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The Parties to the Nauru Agreement (PNA) controls the world’s largest sustainable tuna purse-seine fishery. PNA countries provide around 50% of the global supply of skipjack tuna, the most commonly canned tuna.

The PNA members are: Federated States of Micronesia, Kiribati, Marshall Islands, Nauru, Palau, Papua New Guinea, Solomon Islands and Tuvalu.


Article 5 of the Parties to the Nauru Agreement (signed in 1982 and amended in 2010) discusses the role of the PNA Office (PNAO). One of its goals is to keep numbers of tuna at sustainable levels while maximising the incomes of citizens of member states.

The Palau Arrangement for the operation of the Purse Seine Vessel Day Scheme (amended October 2016) and a similar arrangement for the Longline Vessel Day Scheme (amended October 2016) say how the PNAO manages tuna. The arrangements set out the operating rules for these two types of fishing vessels. Under the rules, the PNA members sell a limited number of fishing days in the exclusive economic zones of the PNA states.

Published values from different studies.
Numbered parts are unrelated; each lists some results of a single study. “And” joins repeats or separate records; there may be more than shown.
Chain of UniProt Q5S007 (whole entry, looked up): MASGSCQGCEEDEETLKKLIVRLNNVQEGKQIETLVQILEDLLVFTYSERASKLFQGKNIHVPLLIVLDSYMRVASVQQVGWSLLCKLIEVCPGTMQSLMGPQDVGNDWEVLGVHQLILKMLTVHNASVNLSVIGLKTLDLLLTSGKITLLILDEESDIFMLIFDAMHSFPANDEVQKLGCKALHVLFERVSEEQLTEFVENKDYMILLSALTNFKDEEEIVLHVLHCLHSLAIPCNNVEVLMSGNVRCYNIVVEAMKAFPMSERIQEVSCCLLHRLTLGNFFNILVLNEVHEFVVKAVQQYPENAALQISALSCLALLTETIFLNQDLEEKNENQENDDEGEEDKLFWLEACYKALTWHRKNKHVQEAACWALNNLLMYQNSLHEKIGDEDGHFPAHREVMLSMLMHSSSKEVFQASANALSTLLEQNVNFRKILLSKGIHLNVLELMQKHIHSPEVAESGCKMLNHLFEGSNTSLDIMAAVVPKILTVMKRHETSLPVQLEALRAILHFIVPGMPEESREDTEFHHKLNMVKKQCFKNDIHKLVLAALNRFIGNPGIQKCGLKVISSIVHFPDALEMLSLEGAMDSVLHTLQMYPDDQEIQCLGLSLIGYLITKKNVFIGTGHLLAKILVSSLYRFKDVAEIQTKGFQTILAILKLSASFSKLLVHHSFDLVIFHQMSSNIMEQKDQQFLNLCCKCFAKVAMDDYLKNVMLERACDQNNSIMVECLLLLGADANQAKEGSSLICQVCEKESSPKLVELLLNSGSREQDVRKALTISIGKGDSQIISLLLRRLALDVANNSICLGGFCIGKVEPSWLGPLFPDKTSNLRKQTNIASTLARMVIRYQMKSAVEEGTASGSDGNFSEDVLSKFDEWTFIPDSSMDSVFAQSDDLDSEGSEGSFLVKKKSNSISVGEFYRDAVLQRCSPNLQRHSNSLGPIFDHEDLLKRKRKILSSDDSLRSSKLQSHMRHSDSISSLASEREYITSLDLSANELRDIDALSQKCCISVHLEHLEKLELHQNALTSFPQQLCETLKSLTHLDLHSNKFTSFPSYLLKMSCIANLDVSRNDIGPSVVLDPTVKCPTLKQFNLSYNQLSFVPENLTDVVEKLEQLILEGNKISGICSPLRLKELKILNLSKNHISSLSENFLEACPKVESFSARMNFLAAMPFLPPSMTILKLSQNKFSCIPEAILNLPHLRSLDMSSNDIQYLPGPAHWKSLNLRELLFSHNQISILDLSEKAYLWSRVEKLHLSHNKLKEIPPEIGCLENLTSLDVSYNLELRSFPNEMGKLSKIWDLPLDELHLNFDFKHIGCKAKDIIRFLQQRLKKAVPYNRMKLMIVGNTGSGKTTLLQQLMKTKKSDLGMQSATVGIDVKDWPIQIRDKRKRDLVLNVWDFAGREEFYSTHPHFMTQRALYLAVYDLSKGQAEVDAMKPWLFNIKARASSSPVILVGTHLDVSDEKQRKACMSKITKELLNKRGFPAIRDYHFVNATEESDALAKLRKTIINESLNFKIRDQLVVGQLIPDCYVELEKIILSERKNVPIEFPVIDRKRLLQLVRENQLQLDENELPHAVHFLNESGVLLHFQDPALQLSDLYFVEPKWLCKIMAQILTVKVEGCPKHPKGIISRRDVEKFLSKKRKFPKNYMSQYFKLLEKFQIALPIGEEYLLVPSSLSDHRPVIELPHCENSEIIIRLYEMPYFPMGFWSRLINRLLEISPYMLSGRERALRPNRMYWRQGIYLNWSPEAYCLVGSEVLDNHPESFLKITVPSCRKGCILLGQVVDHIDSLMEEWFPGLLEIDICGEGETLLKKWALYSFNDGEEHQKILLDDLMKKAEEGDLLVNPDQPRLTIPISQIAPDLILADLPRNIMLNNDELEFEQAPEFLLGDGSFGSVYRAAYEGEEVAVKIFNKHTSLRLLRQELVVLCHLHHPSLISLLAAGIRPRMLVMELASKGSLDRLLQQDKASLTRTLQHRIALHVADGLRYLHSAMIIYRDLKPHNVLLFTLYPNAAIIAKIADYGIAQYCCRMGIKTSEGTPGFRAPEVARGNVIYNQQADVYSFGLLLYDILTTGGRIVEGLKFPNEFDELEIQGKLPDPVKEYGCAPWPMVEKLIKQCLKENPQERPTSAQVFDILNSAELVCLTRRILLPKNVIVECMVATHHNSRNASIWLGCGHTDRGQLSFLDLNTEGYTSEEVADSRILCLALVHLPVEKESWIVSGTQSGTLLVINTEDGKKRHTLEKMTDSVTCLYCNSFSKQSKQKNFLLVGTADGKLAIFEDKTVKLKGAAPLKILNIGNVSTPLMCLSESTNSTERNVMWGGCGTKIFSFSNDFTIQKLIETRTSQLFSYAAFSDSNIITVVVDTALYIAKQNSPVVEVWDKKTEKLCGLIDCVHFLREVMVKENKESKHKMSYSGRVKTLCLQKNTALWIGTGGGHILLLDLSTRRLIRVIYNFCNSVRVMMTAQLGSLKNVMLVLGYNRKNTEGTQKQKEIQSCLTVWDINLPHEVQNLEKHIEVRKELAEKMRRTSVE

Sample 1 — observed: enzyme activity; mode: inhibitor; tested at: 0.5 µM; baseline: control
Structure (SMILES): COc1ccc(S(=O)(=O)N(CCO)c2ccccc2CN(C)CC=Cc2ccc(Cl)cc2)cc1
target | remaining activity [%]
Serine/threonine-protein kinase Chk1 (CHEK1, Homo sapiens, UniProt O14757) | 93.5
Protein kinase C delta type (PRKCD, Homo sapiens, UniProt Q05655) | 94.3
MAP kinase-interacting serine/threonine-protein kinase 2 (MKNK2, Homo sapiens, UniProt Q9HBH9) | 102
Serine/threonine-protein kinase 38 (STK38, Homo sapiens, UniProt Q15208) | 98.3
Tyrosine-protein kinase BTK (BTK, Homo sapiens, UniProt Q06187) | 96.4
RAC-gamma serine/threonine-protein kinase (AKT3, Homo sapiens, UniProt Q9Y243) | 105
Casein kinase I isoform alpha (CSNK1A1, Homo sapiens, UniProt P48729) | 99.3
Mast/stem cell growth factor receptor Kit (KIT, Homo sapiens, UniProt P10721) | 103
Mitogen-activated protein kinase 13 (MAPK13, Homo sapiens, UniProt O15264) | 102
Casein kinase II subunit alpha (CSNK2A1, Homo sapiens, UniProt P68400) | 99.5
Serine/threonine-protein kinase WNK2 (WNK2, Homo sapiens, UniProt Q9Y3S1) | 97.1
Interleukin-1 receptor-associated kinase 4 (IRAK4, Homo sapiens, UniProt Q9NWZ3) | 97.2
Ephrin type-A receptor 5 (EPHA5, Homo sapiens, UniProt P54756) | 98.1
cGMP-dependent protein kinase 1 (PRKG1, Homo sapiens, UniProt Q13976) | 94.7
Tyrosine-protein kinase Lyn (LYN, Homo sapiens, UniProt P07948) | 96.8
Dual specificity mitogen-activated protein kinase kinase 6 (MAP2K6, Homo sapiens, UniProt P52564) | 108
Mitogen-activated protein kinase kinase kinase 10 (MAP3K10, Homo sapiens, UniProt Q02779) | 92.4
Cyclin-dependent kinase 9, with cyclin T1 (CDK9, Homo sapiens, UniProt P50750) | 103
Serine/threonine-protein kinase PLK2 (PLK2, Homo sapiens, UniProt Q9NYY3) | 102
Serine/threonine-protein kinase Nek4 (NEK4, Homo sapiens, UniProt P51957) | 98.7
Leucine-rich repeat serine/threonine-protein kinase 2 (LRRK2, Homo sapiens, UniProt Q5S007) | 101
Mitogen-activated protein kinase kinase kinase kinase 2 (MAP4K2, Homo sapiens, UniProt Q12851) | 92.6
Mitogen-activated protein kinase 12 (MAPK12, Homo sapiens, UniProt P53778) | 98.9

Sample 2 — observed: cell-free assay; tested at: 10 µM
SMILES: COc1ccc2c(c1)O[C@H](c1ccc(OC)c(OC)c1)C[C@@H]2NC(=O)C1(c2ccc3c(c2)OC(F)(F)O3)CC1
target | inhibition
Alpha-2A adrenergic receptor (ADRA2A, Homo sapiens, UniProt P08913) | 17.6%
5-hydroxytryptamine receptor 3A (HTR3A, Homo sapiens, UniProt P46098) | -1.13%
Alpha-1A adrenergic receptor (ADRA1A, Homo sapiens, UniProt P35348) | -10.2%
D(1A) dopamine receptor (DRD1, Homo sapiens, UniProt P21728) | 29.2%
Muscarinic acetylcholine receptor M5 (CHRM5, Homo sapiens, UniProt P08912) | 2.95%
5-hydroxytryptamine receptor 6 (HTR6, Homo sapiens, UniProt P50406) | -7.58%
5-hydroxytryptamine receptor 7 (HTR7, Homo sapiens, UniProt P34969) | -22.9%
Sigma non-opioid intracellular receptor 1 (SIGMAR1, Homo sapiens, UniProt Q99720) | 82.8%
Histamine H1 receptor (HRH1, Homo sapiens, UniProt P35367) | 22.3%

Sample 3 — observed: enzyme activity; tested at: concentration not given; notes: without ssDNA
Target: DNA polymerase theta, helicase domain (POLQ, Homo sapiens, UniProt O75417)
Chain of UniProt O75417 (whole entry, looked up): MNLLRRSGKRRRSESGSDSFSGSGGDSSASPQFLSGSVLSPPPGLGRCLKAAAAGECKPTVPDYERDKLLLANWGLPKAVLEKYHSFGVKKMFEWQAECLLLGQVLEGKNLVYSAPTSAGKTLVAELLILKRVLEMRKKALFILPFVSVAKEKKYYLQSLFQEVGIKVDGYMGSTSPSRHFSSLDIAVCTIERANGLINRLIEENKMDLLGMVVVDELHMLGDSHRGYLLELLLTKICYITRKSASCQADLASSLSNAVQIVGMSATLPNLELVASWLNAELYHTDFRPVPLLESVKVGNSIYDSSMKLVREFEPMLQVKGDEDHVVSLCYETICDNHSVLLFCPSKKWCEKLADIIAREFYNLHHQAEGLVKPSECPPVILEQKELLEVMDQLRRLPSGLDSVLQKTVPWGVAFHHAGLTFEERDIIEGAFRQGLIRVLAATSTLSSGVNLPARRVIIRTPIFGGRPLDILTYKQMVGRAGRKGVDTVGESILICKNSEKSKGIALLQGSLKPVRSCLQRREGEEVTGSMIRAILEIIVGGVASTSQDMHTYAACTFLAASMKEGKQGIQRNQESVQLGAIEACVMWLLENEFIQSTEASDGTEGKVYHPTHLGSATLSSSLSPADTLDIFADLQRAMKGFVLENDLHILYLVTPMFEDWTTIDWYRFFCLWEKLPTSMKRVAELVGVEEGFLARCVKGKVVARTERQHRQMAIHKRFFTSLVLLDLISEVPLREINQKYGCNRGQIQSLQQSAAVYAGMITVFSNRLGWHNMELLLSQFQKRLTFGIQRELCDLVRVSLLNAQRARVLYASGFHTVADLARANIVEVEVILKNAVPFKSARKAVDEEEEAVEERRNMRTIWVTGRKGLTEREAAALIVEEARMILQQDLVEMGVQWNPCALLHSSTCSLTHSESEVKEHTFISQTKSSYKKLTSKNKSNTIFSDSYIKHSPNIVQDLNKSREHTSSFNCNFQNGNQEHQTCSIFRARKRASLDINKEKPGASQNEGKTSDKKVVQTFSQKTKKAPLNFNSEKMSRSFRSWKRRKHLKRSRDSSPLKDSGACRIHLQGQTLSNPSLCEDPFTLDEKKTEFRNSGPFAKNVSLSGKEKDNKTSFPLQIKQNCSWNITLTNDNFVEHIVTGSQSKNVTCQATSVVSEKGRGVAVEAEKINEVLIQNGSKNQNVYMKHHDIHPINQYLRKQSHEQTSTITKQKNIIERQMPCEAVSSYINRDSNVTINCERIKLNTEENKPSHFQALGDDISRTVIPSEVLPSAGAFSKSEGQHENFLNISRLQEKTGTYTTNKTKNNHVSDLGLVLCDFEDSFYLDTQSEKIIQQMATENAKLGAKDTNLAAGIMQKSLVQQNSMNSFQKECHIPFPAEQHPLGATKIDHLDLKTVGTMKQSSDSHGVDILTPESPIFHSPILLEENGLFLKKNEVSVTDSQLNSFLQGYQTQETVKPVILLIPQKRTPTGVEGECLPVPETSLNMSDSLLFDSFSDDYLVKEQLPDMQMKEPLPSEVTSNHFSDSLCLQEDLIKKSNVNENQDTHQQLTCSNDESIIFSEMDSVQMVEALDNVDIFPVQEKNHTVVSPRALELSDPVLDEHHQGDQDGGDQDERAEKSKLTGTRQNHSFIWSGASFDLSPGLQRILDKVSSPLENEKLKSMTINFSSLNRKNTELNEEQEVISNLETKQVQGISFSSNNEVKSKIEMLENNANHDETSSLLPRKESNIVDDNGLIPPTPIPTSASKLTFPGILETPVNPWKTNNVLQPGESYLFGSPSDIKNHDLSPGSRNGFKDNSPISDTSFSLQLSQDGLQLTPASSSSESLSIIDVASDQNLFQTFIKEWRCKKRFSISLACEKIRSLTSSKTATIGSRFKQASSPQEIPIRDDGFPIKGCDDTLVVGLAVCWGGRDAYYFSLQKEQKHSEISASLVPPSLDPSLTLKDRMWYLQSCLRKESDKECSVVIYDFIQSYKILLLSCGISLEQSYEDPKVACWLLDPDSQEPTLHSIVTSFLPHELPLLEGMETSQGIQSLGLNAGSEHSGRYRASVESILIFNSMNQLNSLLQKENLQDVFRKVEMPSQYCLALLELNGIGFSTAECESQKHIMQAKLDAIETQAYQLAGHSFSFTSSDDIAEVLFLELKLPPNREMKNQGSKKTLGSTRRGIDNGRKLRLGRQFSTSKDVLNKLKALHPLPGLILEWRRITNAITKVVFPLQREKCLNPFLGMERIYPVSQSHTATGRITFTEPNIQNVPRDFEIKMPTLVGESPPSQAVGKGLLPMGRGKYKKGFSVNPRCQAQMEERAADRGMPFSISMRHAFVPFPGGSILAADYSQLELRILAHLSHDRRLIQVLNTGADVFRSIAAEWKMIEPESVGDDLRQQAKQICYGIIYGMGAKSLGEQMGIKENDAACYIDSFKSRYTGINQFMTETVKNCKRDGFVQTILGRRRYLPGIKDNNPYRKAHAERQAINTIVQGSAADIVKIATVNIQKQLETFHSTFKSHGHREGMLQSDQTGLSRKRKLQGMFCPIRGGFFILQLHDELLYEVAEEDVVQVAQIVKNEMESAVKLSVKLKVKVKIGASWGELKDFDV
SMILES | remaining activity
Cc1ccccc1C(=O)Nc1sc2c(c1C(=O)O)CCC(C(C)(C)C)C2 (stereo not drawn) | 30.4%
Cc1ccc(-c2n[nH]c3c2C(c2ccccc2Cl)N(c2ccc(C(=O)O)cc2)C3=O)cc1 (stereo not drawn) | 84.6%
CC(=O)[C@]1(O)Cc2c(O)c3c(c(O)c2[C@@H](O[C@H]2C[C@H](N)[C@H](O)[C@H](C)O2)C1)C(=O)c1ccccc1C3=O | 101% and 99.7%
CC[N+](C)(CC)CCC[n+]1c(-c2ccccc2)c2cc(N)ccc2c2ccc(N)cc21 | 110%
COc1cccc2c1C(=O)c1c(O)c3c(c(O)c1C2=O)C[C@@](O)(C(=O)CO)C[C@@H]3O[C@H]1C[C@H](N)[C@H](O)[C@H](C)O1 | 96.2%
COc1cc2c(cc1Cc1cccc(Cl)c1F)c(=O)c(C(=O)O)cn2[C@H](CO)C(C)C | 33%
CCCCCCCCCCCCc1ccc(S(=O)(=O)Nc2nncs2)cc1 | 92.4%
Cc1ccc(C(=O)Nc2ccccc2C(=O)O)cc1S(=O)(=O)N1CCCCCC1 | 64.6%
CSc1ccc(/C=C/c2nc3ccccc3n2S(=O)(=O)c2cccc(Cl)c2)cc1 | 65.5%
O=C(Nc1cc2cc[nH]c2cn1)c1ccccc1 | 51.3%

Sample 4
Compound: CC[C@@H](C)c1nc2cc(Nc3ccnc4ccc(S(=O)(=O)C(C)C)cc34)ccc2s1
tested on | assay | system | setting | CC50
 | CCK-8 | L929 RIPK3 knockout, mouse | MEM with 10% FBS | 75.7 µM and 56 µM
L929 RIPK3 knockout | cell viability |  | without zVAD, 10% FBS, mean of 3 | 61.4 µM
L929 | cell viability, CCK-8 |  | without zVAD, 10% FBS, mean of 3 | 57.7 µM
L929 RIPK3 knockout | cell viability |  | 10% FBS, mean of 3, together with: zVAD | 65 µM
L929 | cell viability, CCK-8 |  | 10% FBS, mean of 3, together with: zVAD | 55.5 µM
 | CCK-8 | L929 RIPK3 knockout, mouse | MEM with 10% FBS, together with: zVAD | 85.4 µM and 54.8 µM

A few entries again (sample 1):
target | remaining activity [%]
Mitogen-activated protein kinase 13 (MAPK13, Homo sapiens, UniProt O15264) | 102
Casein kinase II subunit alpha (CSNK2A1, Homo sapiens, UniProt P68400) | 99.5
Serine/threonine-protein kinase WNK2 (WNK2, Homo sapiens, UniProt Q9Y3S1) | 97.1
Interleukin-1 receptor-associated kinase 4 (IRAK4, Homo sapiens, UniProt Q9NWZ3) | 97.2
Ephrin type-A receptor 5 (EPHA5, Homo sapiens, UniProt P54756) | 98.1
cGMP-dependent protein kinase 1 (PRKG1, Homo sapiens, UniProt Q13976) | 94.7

Minimum benchmark fees for foreign vessels licenced to use fishing days under the vessel day scheme were set by a memorandum of understanding signed in Palau in 2013, and updated in 2014.

Every year, PNAO economists assess rents against changes in prices and costs, and this information is used to set benchmark fees. Fishing days are sold annually to industrial fishing nations, either as part of a negotiated bilateral agreement or through a tender. PNA members are also exploring options to strengthen the selling of fishing days by auction.

A man and a woman in a small canoe on the water in front of the hull of a ship. Photo Francisco Blaha.
PNA policies are intended to bring economic benefit to the citizens of member states, such as these two fishers in Papua New Guinea. Photo: Francisco Blaha.